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Whenever a person purchases a car insurance policy they agree to the terms of the policy. In this way, a policy works as a contractual agreement between the insured and the insurance provider. Whenever specified events occur, such as a car accident, agreed-upon responses follow, such as a claims settlement check. If the agreed-upon response is not followed, the contract has been broken and consequences follow. For example, if an insurance company does not pay the settlement that is owed, the customer can sue for that money. Other behaviors agreed to when a person purchases a policy include:
- The policyholder agrees to pay the bill on time
- Agrees to notify the insurance company of any accidents
- Only insure vehicles that he owns or has financial interest in
- Allow only authorized drivers to operate the vehicle
- Accurately and honestly describe any events leading to a claim
- Behave in legal and consistent ways with the agreed-upon usage of the vehicle
If at any time a policyholder fails to uphold his end of the contractual agreement, his policy may be canceled. Sometimes a car insurance company will cancel a policy immediately after a claim if the claim’s investigation showed fraud or illegal behavior; other times, the insurance company will wait to the end of the policy term and then refuse to renew the policy. In either case, the company will issue a letter of explanation to the insured person stating why the policy was canceled. Although there are many reasons why an insurance policy might be canceled, some reasons are more common than others:
Whether the insured pays for premiums at the start of the term or through smaller monthly premiums, a missed payment can cause a lapse in coverage. If the payment is not remitted quickly, the insurance company will cancel the policy permanently. In order to avoid this, it’s best to contact the insurance company as soon as you realize you might be late in making a payment. Through communication, the insurer may be able to provide an extension.
Fraud is a criminal offense, so people guilty of committing it may face legal action in addition to canceled policies. Any purposeful misrepresentation of facts can be considered insurance fraud. Some of the most common include manipulating dates of accidents, providing false loss details or purposely causing damage to your own property in order to get the insurance money. Other types of fraud are more subtle, such as insuring a vehicle at another person’s address to take advantage of lower rates. Any time an insurance company suspects fraud, a special investigations unit (SIU) will conduct a thorough investigation.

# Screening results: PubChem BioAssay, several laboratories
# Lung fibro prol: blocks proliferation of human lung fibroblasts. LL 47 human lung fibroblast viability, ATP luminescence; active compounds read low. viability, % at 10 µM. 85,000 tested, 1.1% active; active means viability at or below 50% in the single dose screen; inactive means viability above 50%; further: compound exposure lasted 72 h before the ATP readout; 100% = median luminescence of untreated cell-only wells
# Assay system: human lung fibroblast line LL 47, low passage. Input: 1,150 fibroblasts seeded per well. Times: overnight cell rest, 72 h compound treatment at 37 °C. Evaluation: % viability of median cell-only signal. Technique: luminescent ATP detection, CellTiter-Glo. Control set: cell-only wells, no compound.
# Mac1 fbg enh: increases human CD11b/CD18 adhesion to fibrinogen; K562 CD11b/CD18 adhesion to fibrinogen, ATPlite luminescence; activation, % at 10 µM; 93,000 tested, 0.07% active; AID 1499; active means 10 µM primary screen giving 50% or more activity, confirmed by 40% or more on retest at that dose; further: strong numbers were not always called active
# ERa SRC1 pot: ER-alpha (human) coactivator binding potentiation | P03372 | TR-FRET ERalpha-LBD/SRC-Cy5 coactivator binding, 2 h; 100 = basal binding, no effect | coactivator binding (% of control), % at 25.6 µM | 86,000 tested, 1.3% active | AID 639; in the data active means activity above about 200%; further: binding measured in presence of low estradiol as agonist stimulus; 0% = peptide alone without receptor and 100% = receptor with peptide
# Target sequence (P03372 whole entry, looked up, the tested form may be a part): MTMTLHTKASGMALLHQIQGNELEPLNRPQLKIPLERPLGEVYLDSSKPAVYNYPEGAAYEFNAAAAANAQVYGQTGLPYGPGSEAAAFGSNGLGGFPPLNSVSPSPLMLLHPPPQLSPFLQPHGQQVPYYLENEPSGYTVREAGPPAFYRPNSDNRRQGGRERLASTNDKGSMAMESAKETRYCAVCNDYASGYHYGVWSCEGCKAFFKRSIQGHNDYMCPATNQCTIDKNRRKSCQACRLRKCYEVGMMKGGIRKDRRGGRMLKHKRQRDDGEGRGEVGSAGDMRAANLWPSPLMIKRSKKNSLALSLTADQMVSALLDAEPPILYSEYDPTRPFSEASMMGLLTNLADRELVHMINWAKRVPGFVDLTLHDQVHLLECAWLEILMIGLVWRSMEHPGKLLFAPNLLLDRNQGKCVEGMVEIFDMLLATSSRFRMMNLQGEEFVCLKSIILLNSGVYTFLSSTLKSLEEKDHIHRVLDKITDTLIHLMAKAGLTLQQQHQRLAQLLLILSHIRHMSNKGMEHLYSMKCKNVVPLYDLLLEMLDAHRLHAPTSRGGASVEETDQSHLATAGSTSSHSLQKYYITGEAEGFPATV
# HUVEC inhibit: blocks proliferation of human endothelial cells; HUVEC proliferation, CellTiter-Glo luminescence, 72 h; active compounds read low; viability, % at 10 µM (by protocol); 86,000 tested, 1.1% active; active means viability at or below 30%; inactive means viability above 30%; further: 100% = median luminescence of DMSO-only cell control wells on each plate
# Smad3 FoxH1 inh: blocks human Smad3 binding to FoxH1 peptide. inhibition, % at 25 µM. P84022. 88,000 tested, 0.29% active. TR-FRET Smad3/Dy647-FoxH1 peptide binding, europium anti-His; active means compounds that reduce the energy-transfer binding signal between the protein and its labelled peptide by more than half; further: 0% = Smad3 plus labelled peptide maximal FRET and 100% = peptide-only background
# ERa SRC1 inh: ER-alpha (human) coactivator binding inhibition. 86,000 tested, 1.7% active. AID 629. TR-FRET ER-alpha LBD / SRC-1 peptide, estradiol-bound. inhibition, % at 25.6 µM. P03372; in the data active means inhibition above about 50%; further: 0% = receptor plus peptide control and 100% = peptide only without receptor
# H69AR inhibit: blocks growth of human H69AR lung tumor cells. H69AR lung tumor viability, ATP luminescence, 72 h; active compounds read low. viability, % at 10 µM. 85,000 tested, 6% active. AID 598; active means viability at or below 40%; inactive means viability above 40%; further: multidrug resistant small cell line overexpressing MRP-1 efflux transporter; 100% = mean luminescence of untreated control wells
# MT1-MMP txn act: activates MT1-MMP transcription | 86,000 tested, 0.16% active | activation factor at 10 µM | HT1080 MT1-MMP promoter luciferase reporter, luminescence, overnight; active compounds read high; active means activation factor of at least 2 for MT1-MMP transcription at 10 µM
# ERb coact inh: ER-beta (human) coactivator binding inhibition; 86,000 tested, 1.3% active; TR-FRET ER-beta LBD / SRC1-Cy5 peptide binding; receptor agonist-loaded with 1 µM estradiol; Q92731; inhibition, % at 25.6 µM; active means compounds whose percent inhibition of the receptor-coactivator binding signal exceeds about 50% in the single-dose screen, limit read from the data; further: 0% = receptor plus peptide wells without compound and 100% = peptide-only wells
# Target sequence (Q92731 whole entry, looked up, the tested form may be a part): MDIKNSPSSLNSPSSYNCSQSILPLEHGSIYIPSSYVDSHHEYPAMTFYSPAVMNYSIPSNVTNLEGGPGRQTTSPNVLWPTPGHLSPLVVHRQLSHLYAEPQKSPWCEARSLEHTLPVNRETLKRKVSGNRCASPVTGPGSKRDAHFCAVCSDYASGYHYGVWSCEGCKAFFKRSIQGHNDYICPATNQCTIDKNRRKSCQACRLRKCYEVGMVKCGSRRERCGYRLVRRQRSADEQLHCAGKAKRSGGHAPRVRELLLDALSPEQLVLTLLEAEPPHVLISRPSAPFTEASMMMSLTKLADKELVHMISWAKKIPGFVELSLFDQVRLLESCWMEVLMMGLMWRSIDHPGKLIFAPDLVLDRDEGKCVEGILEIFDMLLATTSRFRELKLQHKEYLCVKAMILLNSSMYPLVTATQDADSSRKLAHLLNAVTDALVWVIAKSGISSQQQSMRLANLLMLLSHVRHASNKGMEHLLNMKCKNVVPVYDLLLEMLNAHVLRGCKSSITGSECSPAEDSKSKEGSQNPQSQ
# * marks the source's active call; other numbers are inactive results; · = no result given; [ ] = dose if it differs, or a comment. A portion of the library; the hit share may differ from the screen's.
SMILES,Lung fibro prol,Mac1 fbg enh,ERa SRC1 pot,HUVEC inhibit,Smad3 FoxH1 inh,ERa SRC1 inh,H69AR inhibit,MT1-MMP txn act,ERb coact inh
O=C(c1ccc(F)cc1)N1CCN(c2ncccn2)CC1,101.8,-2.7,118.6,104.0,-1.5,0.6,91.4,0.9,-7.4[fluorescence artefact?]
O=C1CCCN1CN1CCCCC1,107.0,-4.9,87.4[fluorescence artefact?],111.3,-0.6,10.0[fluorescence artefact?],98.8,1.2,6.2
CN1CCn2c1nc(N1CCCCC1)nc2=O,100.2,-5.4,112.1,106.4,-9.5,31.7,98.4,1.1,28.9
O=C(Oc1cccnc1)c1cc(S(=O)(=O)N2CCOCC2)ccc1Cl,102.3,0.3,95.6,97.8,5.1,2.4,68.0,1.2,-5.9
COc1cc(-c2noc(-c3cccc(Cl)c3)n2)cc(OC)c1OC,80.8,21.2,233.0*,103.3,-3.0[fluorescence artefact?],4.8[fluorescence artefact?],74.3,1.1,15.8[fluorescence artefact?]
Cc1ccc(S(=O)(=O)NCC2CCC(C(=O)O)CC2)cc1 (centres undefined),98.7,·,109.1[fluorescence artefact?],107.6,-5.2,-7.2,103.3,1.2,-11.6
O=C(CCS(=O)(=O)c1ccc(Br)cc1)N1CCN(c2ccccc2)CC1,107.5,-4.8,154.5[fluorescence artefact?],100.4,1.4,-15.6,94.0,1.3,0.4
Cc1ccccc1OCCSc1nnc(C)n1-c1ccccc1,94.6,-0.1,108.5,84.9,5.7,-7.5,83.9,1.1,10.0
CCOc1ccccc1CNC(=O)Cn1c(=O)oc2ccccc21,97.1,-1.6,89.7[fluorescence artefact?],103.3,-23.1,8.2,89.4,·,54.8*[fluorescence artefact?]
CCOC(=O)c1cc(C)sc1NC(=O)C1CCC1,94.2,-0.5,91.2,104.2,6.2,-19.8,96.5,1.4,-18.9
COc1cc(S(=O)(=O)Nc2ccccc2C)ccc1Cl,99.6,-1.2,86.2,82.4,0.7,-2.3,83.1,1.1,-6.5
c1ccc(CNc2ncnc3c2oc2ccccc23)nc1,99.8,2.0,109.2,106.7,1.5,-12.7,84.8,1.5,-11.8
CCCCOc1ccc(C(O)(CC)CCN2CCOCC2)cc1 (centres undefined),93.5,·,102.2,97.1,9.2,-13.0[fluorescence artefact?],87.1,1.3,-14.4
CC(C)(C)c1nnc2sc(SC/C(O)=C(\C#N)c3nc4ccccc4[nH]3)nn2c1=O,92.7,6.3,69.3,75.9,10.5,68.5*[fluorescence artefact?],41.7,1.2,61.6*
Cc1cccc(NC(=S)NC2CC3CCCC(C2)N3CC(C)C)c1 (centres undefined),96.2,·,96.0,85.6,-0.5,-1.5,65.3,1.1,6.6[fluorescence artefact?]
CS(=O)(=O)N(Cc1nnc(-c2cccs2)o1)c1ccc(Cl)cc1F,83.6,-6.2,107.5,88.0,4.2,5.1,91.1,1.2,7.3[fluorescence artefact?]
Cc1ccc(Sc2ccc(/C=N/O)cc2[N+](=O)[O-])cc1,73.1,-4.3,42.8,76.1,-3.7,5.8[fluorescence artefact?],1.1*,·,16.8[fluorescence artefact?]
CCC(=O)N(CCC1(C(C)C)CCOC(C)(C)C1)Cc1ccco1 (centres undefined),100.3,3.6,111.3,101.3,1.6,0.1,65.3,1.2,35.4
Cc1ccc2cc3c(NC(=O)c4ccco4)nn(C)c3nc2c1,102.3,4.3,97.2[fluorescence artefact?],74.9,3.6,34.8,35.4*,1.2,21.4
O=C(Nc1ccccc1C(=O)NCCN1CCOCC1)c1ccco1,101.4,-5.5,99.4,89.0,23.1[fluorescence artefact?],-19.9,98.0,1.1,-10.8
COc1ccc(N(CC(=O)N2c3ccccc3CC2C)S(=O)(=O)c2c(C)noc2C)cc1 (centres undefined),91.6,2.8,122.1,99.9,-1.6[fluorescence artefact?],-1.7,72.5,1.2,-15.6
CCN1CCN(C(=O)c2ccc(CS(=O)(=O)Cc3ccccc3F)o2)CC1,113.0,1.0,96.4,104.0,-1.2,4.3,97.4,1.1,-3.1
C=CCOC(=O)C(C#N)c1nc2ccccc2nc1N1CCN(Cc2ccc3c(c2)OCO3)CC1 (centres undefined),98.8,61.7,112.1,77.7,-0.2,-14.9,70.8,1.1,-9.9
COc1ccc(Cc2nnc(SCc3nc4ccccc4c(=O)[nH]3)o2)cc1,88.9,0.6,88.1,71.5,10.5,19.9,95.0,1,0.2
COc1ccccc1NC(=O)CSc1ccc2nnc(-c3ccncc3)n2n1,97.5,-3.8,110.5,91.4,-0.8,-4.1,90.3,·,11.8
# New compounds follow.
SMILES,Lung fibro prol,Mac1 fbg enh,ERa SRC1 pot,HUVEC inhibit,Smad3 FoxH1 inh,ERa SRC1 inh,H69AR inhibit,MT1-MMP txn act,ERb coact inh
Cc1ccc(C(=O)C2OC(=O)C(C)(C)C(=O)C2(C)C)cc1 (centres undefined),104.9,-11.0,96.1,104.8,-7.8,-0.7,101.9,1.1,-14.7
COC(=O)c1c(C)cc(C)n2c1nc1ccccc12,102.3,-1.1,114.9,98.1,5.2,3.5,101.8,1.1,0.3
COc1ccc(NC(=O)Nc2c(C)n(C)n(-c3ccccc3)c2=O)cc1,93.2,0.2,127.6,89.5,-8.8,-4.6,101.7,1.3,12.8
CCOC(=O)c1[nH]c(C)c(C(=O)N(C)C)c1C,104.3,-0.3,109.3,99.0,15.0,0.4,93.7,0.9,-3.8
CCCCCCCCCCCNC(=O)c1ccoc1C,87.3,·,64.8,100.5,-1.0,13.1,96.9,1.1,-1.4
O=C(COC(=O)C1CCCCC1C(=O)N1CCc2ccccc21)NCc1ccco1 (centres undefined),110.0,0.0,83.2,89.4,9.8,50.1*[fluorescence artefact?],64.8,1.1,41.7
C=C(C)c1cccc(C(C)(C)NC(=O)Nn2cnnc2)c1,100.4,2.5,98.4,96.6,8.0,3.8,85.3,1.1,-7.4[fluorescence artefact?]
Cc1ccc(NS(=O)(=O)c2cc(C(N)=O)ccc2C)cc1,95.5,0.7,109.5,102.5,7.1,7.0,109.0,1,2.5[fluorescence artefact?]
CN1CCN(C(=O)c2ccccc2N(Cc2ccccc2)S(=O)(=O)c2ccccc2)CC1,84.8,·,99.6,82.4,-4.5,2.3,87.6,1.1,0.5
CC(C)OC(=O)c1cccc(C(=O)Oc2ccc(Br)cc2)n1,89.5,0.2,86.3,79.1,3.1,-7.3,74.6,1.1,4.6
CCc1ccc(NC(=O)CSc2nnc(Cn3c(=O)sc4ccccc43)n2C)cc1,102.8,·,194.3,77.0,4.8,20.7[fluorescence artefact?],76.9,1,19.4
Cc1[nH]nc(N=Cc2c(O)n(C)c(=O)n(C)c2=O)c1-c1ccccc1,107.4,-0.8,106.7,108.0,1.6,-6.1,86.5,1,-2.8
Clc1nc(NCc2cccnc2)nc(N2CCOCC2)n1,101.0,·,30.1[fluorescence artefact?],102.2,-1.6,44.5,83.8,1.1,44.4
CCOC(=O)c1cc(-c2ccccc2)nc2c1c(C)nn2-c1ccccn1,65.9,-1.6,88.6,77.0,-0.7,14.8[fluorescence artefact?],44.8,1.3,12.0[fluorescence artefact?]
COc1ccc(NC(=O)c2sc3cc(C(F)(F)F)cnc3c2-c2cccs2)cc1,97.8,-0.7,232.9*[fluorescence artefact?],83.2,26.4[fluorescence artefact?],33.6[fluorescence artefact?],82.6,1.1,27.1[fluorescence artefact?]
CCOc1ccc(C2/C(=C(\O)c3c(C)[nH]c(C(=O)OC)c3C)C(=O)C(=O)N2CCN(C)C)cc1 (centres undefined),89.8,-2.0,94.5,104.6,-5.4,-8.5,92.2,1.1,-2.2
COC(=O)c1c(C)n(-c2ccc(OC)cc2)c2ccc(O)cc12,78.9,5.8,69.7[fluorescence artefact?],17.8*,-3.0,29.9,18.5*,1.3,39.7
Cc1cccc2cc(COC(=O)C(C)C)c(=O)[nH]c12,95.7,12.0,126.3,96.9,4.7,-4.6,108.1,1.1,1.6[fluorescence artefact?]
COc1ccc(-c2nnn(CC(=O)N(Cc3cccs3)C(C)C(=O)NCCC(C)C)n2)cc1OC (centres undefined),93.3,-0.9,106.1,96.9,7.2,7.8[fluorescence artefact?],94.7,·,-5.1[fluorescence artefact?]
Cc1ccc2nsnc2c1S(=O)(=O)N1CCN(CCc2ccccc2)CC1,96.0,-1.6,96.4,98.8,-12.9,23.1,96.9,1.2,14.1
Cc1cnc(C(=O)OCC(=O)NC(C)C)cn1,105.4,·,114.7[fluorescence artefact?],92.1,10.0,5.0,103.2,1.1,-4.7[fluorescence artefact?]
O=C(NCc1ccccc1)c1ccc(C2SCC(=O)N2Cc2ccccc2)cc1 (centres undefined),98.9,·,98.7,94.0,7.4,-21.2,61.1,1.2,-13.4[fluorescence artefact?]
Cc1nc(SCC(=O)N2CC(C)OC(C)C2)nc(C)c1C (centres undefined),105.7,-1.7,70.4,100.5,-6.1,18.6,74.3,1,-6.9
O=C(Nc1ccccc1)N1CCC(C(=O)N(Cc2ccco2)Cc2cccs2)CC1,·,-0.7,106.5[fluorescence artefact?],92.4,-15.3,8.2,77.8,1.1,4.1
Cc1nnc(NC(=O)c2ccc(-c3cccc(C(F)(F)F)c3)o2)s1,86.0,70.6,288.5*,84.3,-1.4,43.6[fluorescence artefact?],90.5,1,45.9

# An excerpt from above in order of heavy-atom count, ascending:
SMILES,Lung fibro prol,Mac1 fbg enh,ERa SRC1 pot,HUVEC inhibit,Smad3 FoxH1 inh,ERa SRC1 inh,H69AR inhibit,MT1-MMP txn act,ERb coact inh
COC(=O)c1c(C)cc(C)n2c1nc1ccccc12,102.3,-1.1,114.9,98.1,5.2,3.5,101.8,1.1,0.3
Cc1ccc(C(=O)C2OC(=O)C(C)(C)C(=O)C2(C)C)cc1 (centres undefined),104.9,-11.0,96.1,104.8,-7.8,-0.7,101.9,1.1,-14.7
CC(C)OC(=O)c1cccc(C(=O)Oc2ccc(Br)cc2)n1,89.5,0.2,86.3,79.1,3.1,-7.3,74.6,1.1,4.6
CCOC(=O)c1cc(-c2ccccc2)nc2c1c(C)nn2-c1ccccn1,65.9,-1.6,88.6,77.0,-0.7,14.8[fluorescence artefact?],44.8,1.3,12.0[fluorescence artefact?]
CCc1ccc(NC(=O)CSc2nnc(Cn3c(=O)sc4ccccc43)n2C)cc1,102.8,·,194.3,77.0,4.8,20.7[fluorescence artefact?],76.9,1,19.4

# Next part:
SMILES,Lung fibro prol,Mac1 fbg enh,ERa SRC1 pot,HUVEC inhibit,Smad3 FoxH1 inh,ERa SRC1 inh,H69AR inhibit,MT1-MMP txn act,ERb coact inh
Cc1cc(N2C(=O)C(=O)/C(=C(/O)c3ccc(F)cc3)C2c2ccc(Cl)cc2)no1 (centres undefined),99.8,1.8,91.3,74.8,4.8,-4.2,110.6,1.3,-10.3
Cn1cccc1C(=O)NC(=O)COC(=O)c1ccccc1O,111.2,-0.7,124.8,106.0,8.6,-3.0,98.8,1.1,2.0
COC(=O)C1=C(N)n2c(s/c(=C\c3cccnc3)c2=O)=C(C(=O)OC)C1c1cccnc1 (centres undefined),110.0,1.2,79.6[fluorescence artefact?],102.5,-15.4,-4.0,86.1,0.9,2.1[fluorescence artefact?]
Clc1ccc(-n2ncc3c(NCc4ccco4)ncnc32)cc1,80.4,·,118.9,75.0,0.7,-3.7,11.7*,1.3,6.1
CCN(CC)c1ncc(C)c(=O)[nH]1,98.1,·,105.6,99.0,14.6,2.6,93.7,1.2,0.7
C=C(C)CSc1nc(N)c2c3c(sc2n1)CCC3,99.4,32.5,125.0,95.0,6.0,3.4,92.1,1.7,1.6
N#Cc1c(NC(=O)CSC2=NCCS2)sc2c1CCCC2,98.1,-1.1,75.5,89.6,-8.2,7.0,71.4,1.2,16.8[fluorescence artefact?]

Risky driving activity
If a person uses his vehicle recklessly, he may lose the insurance on that vehicle. This is especially true if a claim is filed for damage occurring to the vehicle after an illegal or dangerous activity took place. For example, accidents caused by driving under the influence of alcohol or drugs will often lead to policy cancellations. The same is true of people who use their vehicles for street racing.
Inappropriate vehicle usage
Car insurance companies determine the cost of premiums based on the risk the vehicle has of being involved in an accident. Vehicles that are driven frequently or put under stress are more likely to crash than those that are driven infrequently and safely. If you’re found to be using your vehicle in a way not consistent with what’s described on the policy, you may face a cancellation or even fraud charges depending on the situation. For example, if you rent your vehicle out to a friend, that may violate your policy.
The easiest way to avoid a policy cancellation is by being up-front and honest with your insurance company. If you do find your policy canceled, you need to purchase insurance coverage again quickly in order to avoid legal trouble with the local DMV. You can begin searching for new insurance by getting a quote online, but be advised that your premiums may be somewhat higher if your last insurance company canceled the policy.